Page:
On the particular day referenced in the quote above, King Janaka was attune to noticing qualities of parents. He was holding a bow-lifting contest to determine who would marry his daughter Sita. In the spiritual world Sita Devi is Rama’s eternal consort. She is the goddess of fortune, Lakshmi, who is also an incarnation of Krishna’s pleasure potency Shrimati Radharani. Janaka, while welcoming the many guests that came to his kingdom to witness the ceremony, paid attention to the attributes of the participants. In the arranged marriage system, the parents are just as important as the children. The wife is marrying into the groom’s family after all, so the support system must be in place for the girl to be protected for the rest of her life.
The more pious the parents are the more likely the children will be to grow up pious. Seeing how beautiful Rama and Lakshmana were, Janaka immediately noted that the children’s parents must be an ocean of purity. The boys are compared to a surataru, or heavenly desire tree. If one is still on the material platform at the time of death, if they have acted piously enough they get to enjoy many years of life on the heavenly planets. In that place, which is still part of the perishable material world, there are trees that can grant any desire immediately.
Shri Rama, or God, is often compared to a desire tree because whatever you want from Him you can get. This seems strange because don’t many people not pray to God at all and still get benedictions? Ah, but what is it exactly that they receive? The absence of a desire to approach God is simultaneously a desire as well. While there is not an explicit desire to turn away from God, the implicit is just as good in this scenario. If someone doesn’t want to love God, they are granted every ability to exercise that mistaken choice in an arena where the personal influence of the supreme master is absent. Hence even the spiritually disinclined get benedictions from God.
But the desire tree is best used to receive specific rewards. In the case of Rama, the reward He granted was supreme happiness, which was facilitated through His spotless form, which was as sweet as nectar. Nectar gives happiness to the person who consumes it. If it is in liquid form, it is enjoyed through drinking. With Rama and Lakshmana, the nectar came through their vision, the spiritual forms that stood before whoever was fortunate enough to see them. The eyes which drank that nectar received so much happiness that was amarani, or immortal or unending.
How can one vision give so much? Well, think about this specific occasion. Rama was in the kingdom of Janakpur, with He and His younger brother Lakshmana escorting the exalted sage Vishvamitra through the forests. The son of Gadhi had brought the two sons to Janaka’s kingdom to have Rama try to lift the bow. Janaka had sent invitations out to every kingdom across the world to come to his town to participate in the contest, but Rama was not home at the time. He was the eldest son in the family, so only He could attempt to win Sita’s hand. In the traditional Vedic system, it is considered a sin for a younger brother to get married before an elder one does.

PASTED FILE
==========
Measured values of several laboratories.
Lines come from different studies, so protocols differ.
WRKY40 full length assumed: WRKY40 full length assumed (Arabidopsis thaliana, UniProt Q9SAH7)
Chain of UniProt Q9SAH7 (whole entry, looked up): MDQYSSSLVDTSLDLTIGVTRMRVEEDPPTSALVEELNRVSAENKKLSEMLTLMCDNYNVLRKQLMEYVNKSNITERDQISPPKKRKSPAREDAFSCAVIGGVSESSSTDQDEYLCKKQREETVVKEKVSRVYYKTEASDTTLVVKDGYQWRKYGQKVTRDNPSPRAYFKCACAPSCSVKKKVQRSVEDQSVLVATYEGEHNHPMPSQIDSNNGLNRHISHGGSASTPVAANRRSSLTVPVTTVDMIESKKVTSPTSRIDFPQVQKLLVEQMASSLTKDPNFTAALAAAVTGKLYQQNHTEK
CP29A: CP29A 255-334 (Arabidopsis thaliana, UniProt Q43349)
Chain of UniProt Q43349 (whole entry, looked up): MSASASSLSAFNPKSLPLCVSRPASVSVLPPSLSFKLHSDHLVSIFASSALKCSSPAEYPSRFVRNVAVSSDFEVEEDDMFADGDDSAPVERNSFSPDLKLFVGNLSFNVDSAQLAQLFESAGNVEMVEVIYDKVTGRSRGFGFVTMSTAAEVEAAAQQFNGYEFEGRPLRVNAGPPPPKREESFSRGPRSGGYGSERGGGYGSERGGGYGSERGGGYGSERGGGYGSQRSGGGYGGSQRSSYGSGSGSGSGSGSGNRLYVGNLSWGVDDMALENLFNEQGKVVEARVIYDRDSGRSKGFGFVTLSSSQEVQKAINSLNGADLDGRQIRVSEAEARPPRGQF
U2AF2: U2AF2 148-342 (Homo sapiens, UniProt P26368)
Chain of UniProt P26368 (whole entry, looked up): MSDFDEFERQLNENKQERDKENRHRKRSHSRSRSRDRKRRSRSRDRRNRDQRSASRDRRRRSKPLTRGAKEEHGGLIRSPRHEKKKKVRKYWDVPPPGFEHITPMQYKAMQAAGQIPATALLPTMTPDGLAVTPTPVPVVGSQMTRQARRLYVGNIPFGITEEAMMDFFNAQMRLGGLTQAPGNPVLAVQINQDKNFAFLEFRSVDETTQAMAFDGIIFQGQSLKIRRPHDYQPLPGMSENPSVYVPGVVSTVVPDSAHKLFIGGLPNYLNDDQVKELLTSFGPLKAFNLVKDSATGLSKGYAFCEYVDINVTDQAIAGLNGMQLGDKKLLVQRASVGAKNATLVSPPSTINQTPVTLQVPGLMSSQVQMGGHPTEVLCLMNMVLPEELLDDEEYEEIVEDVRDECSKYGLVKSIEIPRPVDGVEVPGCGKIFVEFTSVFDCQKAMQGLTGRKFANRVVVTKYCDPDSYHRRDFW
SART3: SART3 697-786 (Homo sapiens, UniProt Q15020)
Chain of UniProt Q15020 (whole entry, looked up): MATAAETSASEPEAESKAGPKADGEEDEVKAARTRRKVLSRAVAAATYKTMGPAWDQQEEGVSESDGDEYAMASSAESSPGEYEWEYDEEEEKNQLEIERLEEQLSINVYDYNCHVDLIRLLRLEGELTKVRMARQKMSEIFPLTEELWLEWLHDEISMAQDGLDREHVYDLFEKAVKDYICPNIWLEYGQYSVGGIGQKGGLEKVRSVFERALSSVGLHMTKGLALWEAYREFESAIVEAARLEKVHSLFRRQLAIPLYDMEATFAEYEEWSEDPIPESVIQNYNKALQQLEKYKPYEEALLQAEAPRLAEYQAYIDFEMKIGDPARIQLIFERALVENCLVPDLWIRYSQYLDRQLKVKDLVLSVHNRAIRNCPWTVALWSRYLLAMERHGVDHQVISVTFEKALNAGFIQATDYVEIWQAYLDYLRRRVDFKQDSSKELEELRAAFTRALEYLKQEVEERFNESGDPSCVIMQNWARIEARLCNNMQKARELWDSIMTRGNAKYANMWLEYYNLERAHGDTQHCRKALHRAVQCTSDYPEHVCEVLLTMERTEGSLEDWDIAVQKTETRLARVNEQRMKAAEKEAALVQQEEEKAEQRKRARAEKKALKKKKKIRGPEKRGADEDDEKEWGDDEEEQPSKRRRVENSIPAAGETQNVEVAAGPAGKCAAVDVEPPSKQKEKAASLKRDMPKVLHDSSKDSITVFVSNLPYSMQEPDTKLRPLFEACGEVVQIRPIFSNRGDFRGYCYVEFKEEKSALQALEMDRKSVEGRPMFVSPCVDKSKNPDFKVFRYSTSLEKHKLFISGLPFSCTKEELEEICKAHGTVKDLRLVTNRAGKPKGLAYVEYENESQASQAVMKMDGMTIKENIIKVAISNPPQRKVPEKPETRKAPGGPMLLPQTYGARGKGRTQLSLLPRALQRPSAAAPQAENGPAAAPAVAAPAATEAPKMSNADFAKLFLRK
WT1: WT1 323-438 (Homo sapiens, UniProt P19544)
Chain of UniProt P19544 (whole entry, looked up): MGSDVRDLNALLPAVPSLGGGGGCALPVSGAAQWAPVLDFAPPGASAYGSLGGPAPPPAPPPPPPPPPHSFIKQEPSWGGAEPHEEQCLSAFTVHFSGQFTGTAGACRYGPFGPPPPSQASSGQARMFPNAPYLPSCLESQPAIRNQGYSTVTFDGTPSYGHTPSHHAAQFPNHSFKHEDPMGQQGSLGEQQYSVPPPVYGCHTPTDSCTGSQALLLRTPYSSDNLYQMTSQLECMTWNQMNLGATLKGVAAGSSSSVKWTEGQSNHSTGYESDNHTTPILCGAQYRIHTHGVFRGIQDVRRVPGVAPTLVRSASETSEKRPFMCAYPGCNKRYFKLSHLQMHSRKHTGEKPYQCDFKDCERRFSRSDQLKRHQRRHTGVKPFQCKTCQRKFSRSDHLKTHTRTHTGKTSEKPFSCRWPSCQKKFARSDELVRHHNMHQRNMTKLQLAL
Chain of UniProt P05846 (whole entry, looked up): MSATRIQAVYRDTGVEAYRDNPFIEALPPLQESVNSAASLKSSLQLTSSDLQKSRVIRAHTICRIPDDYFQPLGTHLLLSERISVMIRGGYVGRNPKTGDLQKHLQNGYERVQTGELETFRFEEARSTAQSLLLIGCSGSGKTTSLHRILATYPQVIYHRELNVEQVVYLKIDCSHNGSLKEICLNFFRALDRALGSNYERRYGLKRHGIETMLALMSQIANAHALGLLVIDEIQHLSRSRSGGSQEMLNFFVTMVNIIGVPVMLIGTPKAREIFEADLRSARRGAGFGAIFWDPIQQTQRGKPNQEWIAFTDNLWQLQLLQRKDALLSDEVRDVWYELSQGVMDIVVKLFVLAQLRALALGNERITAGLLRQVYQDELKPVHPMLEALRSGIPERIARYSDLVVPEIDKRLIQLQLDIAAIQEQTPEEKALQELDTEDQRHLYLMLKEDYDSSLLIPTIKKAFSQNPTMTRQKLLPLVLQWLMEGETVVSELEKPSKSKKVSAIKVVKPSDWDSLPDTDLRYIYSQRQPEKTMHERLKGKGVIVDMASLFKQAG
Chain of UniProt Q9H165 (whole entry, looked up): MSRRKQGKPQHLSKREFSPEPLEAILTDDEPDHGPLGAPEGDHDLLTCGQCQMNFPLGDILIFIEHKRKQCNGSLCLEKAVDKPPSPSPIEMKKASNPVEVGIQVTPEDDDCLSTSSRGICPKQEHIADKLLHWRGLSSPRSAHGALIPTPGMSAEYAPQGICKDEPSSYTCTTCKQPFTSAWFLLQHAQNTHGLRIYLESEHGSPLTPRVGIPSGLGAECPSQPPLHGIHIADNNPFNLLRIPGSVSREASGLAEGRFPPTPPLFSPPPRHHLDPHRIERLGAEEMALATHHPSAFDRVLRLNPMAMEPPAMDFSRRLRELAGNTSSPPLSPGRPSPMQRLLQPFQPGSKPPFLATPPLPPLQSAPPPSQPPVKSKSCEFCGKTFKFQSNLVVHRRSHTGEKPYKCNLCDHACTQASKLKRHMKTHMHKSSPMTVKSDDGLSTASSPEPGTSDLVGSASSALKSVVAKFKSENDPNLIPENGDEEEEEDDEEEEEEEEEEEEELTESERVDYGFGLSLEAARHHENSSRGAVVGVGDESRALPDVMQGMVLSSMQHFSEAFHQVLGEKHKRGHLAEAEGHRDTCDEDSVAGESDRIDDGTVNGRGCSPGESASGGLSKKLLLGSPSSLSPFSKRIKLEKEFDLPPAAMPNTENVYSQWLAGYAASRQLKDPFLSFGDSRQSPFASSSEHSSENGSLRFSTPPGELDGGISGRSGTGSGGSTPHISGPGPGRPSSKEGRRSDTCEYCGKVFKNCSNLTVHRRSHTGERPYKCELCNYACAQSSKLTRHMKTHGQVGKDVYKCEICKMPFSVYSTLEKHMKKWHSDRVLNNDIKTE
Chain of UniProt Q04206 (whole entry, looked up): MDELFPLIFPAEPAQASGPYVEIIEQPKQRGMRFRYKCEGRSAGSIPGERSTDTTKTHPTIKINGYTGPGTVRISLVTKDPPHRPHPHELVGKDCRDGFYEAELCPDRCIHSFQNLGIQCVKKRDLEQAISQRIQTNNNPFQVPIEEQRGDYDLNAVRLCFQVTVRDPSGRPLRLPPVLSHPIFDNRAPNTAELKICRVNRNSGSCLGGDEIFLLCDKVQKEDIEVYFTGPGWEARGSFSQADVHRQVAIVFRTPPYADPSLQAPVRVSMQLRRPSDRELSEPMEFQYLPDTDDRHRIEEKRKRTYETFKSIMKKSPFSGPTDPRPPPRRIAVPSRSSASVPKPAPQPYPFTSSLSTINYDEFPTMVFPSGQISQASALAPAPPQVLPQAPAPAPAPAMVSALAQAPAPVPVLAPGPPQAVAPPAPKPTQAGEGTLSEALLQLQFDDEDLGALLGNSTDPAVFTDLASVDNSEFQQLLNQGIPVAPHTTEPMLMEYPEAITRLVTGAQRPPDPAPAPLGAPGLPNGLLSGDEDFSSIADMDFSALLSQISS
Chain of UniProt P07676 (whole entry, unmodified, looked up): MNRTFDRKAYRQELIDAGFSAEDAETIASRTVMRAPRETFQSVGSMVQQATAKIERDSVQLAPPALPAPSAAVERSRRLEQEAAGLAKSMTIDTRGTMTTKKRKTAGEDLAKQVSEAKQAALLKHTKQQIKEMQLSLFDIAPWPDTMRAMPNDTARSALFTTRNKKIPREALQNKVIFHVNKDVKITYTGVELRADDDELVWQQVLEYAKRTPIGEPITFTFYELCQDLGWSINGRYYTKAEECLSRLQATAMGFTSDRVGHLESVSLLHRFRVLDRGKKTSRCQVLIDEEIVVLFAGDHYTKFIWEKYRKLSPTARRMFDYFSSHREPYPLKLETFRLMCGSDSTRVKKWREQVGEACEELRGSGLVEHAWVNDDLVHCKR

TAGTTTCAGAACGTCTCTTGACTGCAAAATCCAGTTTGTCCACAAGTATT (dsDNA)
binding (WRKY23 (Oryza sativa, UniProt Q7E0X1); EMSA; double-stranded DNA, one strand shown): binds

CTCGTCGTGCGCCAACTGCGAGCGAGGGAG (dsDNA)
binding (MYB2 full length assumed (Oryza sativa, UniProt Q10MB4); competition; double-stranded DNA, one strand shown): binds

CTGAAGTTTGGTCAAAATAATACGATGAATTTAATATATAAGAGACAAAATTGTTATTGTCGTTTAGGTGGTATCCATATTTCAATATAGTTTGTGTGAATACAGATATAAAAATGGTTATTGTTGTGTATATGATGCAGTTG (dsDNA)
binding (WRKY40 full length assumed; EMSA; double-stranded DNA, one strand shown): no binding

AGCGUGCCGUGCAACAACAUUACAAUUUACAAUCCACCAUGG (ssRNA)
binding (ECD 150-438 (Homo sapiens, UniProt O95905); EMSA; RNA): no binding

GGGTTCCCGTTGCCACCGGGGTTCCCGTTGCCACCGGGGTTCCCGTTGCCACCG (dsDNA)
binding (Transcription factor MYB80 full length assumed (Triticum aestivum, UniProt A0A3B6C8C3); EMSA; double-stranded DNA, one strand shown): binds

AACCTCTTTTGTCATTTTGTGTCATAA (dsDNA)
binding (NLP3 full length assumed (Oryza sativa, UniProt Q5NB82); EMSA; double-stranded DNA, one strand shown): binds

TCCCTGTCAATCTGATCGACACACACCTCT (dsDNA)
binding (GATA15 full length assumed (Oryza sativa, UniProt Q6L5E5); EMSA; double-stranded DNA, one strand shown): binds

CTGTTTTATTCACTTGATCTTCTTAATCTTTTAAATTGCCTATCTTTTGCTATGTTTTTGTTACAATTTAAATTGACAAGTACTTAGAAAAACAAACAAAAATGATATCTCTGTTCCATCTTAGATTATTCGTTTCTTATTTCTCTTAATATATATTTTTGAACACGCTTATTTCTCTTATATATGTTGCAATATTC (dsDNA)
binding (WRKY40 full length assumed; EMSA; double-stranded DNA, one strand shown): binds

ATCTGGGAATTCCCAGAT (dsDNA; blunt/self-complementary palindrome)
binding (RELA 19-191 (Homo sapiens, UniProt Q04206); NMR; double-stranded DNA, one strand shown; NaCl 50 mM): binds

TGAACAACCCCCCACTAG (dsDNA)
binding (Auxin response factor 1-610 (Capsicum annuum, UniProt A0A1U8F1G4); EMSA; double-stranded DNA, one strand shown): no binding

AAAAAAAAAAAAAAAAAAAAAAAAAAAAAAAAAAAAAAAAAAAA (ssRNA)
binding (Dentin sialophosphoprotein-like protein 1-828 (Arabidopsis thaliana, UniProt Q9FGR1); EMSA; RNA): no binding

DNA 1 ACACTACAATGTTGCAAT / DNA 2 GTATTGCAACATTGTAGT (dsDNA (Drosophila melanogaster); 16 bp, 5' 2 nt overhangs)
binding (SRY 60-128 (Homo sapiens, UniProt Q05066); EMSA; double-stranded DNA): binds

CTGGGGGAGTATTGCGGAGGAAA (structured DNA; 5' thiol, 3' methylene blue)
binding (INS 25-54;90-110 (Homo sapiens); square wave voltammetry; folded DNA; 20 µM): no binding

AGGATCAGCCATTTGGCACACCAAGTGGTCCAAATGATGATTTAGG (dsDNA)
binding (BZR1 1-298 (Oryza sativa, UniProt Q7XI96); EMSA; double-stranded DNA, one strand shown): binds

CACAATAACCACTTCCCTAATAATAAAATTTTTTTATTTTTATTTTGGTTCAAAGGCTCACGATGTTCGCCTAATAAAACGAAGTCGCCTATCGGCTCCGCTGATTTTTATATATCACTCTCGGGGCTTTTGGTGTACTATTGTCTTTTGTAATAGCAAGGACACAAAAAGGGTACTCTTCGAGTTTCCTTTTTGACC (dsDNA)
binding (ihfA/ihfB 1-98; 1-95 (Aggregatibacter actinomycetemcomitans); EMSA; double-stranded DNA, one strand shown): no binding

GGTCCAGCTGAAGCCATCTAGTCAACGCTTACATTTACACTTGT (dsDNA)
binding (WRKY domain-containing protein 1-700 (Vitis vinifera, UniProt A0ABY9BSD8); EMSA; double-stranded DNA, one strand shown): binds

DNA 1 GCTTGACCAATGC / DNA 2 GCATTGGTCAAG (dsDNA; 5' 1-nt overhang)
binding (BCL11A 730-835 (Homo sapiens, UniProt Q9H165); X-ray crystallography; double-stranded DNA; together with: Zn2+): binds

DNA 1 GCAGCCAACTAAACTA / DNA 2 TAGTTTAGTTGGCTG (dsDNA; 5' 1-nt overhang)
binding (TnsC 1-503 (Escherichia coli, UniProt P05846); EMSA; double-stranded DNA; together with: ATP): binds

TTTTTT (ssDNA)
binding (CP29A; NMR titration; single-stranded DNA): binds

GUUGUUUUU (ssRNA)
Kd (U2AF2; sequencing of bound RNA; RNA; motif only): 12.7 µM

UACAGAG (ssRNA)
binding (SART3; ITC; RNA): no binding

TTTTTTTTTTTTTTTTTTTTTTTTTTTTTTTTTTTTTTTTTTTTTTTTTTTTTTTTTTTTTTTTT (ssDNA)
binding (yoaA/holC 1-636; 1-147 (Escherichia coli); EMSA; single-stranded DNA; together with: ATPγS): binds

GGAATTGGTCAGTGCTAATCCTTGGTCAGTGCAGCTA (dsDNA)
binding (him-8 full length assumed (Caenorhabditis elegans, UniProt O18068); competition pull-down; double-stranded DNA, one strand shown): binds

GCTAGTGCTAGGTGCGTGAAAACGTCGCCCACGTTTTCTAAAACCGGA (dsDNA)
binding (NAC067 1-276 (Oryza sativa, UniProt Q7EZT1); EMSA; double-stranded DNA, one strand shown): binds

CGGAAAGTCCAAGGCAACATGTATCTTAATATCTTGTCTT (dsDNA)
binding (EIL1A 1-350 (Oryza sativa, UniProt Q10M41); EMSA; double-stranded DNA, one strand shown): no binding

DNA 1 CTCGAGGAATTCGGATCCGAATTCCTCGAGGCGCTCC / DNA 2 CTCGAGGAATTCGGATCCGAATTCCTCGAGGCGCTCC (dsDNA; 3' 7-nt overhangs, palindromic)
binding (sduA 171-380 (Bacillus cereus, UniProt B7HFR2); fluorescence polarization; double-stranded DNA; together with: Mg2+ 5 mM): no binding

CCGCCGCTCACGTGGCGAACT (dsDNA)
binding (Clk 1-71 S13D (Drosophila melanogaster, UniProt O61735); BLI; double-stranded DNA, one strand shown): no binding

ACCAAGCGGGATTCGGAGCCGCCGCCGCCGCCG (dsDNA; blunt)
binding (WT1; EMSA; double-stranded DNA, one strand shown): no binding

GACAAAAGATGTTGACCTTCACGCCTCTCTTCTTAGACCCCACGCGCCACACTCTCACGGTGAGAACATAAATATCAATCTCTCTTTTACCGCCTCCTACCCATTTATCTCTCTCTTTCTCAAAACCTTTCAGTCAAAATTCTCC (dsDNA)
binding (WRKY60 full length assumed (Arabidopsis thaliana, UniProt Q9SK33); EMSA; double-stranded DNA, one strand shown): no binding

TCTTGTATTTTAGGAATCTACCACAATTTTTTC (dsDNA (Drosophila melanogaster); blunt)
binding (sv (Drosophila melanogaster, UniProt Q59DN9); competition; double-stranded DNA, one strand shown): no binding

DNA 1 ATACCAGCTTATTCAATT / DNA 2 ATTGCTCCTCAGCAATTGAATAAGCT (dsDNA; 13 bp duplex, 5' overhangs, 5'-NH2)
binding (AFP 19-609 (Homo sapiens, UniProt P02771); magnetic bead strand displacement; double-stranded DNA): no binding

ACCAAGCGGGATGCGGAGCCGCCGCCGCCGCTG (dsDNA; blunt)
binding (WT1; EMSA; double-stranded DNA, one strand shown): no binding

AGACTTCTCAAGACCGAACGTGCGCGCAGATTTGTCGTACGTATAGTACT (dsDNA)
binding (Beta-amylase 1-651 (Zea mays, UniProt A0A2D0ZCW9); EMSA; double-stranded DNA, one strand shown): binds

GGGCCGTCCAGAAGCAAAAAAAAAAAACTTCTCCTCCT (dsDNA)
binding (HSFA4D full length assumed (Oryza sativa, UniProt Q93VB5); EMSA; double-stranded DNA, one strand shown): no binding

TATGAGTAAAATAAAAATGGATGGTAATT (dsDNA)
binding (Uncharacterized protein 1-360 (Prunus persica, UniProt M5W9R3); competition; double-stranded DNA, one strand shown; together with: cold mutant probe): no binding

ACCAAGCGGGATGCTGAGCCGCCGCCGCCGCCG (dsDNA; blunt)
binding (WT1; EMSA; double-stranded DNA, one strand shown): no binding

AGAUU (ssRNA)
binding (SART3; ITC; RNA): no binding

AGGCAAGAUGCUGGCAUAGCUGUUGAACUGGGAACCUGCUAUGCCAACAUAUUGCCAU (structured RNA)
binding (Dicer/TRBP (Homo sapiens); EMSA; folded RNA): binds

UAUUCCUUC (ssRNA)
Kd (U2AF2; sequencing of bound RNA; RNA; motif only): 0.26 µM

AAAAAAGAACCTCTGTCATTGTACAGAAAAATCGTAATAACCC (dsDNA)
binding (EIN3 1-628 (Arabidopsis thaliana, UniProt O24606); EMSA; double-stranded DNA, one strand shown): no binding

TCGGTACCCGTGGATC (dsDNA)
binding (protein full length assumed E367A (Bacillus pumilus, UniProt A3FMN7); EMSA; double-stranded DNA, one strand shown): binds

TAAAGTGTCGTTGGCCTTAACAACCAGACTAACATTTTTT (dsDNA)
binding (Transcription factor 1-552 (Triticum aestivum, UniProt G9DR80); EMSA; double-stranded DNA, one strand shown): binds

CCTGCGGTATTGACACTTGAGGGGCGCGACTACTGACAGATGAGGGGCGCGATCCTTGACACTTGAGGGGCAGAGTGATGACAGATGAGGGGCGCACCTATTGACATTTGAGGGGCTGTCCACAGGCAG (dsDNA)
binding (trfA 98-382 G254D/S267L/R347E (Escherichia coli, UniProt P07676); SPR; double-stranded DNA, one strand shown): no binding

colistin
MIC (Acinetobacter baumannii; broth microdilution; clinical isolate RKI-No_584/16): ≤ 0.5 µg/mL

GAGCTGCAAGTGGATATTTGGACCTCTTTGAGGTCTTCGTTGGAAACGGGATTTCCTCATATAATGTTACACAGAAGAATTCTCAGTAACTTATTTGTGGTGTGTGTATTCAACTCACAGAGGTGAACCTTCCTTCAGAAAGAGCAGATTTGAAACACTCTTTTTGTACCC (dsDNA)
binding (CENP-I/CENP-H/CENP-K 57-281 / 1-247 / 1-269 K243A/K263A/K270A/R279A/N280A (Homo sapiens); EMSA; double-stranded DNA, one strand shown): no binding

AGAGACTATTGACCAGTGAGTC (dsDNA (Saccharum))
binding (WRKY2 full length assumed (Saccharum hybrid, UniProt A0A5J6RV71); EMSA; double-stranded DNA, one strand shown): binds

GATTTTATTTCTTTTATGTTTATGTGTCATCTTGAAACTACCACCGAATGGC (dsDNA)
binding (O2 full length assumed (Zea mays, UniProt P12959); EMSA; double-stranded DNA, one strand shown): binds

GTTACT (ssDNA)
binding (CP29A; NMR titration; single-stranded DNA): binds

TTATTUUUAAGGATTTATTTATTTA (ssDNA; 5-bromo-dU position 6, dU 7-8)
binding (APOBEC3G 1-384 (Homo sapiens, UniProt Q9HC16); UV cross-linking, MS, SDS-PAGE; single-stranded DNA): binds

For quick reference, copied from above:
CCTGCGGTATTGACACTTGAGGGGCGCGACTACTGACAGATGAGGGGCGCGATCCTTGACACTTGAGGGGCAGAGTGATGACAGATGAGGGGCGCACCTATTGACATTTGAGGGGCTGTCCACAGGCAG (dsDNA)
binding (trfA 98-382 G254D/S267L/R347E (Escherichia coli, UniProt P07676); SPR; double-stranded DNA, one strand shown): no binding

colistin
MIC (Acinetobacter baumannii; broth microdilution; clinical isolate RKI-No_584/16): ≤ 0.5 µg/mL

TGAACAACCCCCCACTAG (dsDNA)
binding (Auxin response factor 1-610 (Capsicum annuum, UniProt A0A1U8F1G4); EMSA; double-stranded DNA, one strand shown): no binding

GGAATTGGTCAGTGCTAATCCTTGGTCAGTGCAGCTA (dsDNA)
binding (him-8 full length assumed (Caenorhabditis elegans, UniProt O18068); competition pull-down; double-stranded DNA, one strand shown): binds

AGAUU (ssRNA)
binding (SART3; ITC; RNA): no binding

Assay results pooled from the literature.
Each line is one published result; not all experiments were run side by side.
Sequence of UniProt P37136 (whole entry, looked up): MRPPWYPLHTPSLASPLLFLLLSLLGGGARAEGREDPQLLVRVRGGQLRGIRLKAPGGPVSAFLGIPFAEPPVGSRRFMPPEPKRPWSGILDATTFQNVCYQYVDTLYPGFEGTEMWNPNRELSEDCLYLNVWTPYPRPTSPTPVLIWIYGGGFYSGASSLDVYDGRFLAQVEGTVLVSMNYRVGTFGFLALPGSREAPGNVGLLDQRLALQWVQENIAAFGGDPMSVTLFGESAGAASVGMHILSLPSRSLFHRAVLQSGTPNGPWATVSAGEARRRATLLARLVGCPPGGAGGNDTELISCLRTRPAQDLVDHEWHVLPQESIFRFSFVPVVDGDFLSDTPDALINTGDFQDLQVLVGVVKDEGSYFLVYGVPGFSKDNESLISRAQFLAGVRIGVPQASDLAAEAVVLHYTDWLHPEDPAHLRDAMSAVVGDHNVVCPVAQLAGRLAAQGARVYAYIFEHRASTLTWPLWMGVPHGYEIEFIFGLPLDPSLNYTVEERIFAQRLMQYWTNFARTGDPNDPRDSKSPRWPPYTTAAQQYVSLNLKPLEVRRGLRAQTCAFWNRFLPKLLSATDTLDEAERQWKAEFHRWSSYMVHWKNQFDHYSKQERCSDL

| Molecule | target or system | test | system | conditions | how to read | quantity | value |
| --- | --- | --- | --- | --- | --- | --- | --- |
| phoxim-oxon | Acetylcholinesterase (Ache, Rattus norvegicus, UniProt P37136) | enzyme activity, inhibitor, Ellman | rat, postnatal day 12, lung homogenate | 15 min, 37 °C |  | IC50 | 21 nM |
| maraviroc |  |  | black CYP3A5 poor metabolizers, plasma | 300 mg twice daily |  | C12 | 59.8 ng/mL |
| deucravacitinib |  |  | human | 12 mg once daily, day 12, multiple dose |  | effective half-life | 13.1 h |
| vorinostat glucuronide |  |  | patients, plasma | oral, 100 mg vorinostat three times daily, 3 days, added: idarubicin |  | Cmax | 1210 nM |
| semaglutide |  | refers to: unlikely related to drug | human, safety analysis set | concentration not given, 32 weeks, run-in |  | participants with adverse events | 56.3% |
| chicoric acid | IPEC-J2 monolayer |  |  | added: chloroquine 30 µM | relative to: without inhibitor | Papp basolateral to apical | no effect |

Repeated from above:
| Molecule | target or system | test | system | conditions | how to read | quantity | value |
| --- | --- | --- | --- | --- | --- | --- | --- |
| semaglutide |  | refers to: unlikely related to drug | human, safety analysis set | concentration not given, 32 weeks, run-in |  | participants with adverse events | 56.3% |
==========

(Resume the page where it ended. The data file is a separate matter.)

Rama was away from home, but were the parents back home bereft of their beloved children’s company? Were King Dasharatha and Queen Kausalya unable to see Rama when He wasn’t at home? Dasharatha certainly felt the pain of separation when Rama left with Vishvamitra. The sage kindly asked for protection in the forest, and the king was ready to send his most capable fighters, his whole army if he had to. Ah, but Vishvamitra knew what he was doing. He only asked for protection as a pretense to have Rama’s company. The saintly class are selfish in this regard, as they want to spend as much time with God as possible. Thankfully there is plenty of Him to go around, as any person can hold on to the Lord as their best friend by chanting, “Hare Krishna Hare Krishna, Krishna Krishna, Hare Hare, Hare Rama Hare Rama, Rama Rama, Hare Hare”.
A brahmana’s request should not be denied, especially by a king. Therefore Dasharatha had to agree to allow Rama to go, who in turn took Lakshmana with Him. It should be noted that Lakshmana was as beautiful as Rama, a spitting image of the jewel of the Raghu dynasty except that he had a fair complexion while Rama was dark. Sumitra, Lakshmana’s mother, was not happy to see Lakshmana go either, but she knew that he couldn’t live without Rama. The faithful younger brother would never leave Rama’s side, for he would only eat after Rama had eaten and sleep after Rama had fallen asleep.
While Rama and Lakshmana were with Vishvamitra, their visions remained within the consciousnesses of the parents. In this way we see that God’s personal form grants a nectar to the eyes that never dies. Seeing God is only the beginning, for that sight ideally results in a dedication to service that continues forever. Janaka was amazed at the purity of the children’s parents, but little did he know that he was equally as qualified to see God. He already had Sita as a daughter, so there was no questioning his spiritual merits. Through his contest, the divine couple would be reunited, and that divine vision would remain in Janaka’s mind eternally.
From contest where Shiva’s bow to lift,
Vision of Sita and Rama in Janaka’s mind to sit.
First all the royal families from around the world were called,
To Janaka’s capital city their royal entourages were hauled.
But two boys accompanying Vishvamitra were different,
Sparked full attraction in king who to world was indifferent.
Parents of the boys must be of purity an ocean,
Get to see children and their daily playful motion.
Piety brings God’s company, from Janaka’s thoughts believe,
Endless happiness from desire trees Rama and Lakshmana receive.